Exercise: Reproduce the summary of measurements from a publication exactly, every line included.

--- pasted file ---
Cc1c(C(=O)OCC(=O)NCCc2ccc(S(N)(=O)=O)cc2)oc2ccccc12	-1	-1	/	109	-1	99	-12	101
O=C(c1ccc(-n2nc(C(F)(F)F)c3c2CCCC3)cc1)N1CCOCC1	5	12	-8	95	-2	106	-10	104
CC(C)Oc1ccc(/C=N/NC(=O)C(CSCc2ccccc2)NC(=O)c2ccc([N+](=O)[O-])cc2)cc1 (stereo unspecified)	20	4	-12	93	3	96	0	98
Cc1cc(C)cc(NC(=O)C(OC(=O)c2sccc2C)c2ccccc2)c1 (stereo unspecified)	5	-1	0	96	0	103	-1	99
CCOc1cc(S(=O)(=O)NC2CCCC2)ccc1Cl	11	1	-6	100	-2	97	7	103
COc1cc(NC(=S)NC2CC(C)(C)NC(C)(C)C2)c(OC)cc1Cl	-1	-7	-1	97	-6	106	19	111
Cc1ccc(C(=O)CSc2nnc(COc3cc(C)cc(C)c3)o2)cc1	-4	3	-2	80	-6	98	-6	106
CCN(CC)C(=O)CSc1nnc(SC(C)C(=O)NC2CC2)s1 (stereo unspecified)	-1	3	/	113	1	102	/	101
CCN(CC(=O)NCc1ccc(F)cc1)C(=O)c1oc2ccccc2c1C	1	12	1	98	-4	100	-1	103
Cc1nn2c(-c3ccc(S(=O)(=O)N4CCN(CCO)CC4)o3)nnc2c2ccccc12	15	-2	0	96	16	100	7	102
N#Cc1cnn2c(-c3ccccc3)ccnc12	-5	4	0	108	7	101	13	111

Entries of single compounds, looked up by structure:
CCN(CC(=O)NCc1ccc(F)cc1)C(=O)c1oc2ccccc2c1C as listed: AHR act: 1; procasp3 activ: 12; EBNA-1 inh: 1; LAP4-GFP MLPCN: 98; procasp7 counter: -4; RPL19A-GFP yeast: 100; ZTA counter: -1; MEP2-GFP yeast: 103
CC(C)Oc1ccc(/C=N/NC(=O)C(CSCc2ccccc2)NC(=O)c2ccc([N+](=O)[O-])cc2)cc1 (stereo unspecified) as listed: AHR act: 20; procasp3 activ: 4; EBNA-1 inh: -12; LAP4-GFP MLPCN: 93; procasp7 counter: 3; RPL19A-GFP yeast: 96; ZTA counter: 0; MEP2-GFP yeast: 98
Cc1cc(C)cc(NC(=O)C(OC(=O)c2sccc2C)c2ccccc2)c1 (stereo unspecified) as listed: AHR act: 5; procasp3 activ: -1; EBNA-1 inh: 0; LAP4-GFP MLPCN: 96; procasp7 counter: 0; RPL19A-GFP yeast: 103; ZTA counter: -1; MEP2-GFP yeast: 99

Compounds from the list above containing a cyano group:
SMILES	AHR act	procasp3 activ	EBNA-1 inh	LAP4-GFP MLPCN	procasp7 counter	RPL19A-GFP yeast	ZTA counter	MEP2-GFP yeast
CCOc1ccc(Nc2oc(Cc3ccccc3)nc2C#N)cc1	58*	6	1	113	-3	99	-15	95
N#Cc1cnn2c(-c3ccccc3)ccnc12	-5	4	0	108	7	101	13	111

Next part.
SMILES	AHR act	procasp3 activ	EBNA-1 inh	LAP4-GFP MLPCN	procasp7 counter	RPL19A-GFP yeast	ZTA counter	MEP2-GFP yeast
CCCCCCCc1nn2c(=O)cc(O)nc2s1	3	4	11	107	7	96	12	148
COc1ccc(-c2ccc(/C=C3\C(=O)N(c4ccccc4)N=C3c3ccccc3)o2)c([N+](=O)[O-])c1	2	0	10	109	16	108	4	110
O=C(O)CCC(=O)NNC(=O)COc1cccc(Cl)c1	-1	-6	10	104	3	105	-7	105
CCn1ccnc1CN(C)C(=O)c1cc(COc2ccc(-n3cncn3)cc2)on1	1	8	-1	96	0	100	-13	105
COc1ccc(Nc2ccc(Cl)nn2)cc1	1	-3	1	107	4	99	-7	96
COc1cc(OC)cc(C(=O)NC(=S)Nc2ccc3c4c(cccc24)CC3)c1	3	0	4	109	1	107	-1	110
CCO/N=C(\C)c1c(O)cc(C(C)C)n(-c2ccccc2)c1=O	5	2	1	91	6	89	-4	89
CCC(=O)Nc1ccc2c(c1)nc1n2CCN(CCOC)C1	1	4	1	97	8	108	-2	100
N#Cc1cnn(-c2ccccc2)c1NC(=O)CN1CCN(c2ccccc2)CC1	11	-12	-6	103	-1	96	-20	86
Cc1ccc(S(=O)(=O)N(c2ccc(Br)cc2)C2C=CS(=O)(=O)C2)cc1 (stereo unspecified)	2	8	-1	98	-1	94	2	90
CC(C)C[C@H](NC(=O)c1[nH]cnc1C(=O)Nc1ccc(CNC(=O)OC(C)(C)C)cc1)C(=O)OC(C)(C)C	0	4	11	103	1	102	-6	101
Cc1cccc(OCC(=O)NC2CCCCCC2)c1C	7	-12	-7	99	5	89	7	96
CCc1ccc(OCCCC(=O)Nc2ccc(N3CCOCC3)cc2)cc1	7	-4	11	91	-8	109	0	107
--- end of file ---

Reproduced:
Cc1c(C(=O)OCC(=O)NCCc2ccc(S(N)(=O)=O)cc2)oc2ccccc12	-1	-1	/	109	-1	99	-12	101
O=C(c1ccc(-n2nc(C(F)(F)F)c3c2CCCC3)cc1)N1CCOCC1	5	12	-8	95	-2	106	-10	104
CC(C)Oc1ccc(/C=N/NC(=O)C(CSCc2ccccc2)NC(=O)c2ccc([N+](=O)[O-])cc2)cc1 (stereo unspecified)	20	4	-12	93	3	96	0	98
Cc1cc(C)cc(NC(=O)C(OC(=O)c2sccc2C)c2ccccc2)c1 (stereo unspecified)	5	-1	0	96	0	103	-1	99
CCOc1cc(S(=O)(=O)NC2CCCC2)ccc1Cl	11	1	-6	100	-2	97	7	103
COc1cc(NC(=S)NC2CC(C)(C)NC(C)(C)C2)c(OC)cc1Cl	-1	-7	-1	97	-6	106	19	111
Cc1ccc(C(=O)CSc2nnc(COc3cc(C)cc(C)c3)o2)cc1	-4	3	-2	80	-6	98	-6	106
CCN(CC)C(=O)CSc1nnc(SC(C)C(=O)NC2CC2)s1 (stereo unspecified)	-1	3	/	113	1	102	/	101
CCN(CC(=O)NCc1ccc(F)cc1)C(=O)c1oc2ccccc2c1C	1	12	1	98	-4	100	-1	103
Cc1nn2c(-c3ccc(S(=O)(=O)N4CCN(CCO)CC4)o3)nnc2c2ccccc12	15	-2	0	96	16	100	7	102
N#Cc1cnn2c(-c3ccccc3)ccnc12	-5	4	0	108	7	101	13	111

Entries of single compounds, looked up by structure:
CCN(CC(=O)NCc1ccc(F)cc1)C(=O)c1oc2ccccc2c1C as listed: AHR act: 1; procasp3 activ: 12; EBNA-1 inh: 1; LAP4-GFP MLPCN: 98; procasp7 counter: -4; RPL19A-GFP yeast: 100; ZTA counter: -1; MEP2-GFP yeast: 103
CC(C)Oc1ccc(/C=N/NC(=O)C(CSCc2ccccc2)NC(=O)c2ccc([N+](=O)[O-])cc2)cc1 (stereo unspecified) as listed: AHR act: 20; procasp3 activ: 4; EBNA-1 inh: -12; LAP4-GFP MLPCN: 93; procasp7 counter: 3; RPL19A-GFP yeast: 96; ZTA counter: 0; MEP2-GFP yeast: 98
Cc1cc(C)cc(NC(=O)C(OC(=O)c2sccc2C)c2ccccc2)c1 (stereo unspecified) as listed: AHR act: 5; procasp3 activ: -1; EBNA-1 inh: 0; LAP4-GFP MLPCN: 96; procasp7 counter: 0; RPL19A-GFP yeast: 103; ZTA counter: -1; MEP2-GFP yeast: 99

Compounds from the list above containing a cyano group:
SMILES	AHR act	procasp3 activ	EBNA-1 inh	LAP4-GFP MLPCN	procasp7 counter	RPL19A-GFP yeast	ZTA counter	MEP2-GFP yeast
CCOc1ccc(Nc2oc(Cc3ccccc3)nc2C#N)cc1	58*	6	1	113	-3	99	-15	95
N#Cc1cnn2c(-c3ccccc3)ccnc12	-5	4	0	108	7	101	13	111

Next part.
SMILES	AHR act	procasp3 activ	EBNA-1 inh	LAP4-GFP MLPCN	procasp7 counter	RPL19A-GFP yeast	ZTA counter	MEP2-GFP yeast
CCCCCCCc1nn2c(=O)cc(O)nc2s1	3	4	11	107	7	96	12	148
COc1ccc(-c2ccc(/C=C3\C(=O)N(c4ccccc4)N=C3c3ccccc3)o2)c([N+](=O)[O-])c1	2	0	10	109	16	108	4	110
O=C(O)CCC(=O)NNC(=O)COc1cccc(Cl)c1	-1	-6	10	104	3	105	-7	105
CCn1ccnc1CN(C)C(=O)c1cc(COc2ccc(-n3cncn3)cc2)on1	1	8	-1	96	0	100	-13	105
COc1ccc(Nc2ccc(Cl)nn2)cc1	1	-3	1	107	4	99	-7	96
COc1cc(OC)cc(C(=O)NC(=S)Nc2ccc3c4c(cccc24)CC3)c1	3	0	4	109	1	107	-1	110
CCO/N=C(\C)c1c(O)cc(C(C)C)n(-c2ccccc2)c1=O	5	2	1	91	6	89	-4	89
CCC(=O)Nc1ccc2c(c1)nc1n2CCN(CCOC)C1	1	4	1	97	8	108	-2	100
N#Cc1cnn(-c2ccccc2)c1NC(=O)CN1CCN(c2ccccc2)CC1	11	-12	-6	103	-1	96	-20	86
Cc1ccc(S(=O)(=O)N(c2ccc(Br)cc2)C2C=CS(=O)(=O)C2)cc1 (stereo unspecified)	2	8	-1	98	-1	94	2	90
CC(C)C[C@H](NC(=O)c1[nH]cnc1C(=O)Nc1ccc(CNC(=O)OC(C)(C)C)cc1)C(=O)OC(C)(C)C	0	4	11	103	1	102	-6	101
Cc1cccc(OCC(=O)NC2CCCCCC2)c1C	7	-12	-7	99	5	89	7	96
CCc1ccc(OCCCC(=O)Nc2ccc(N3CCOCC3)cc2)cc1	7	-4	11	91	-8	109	0	107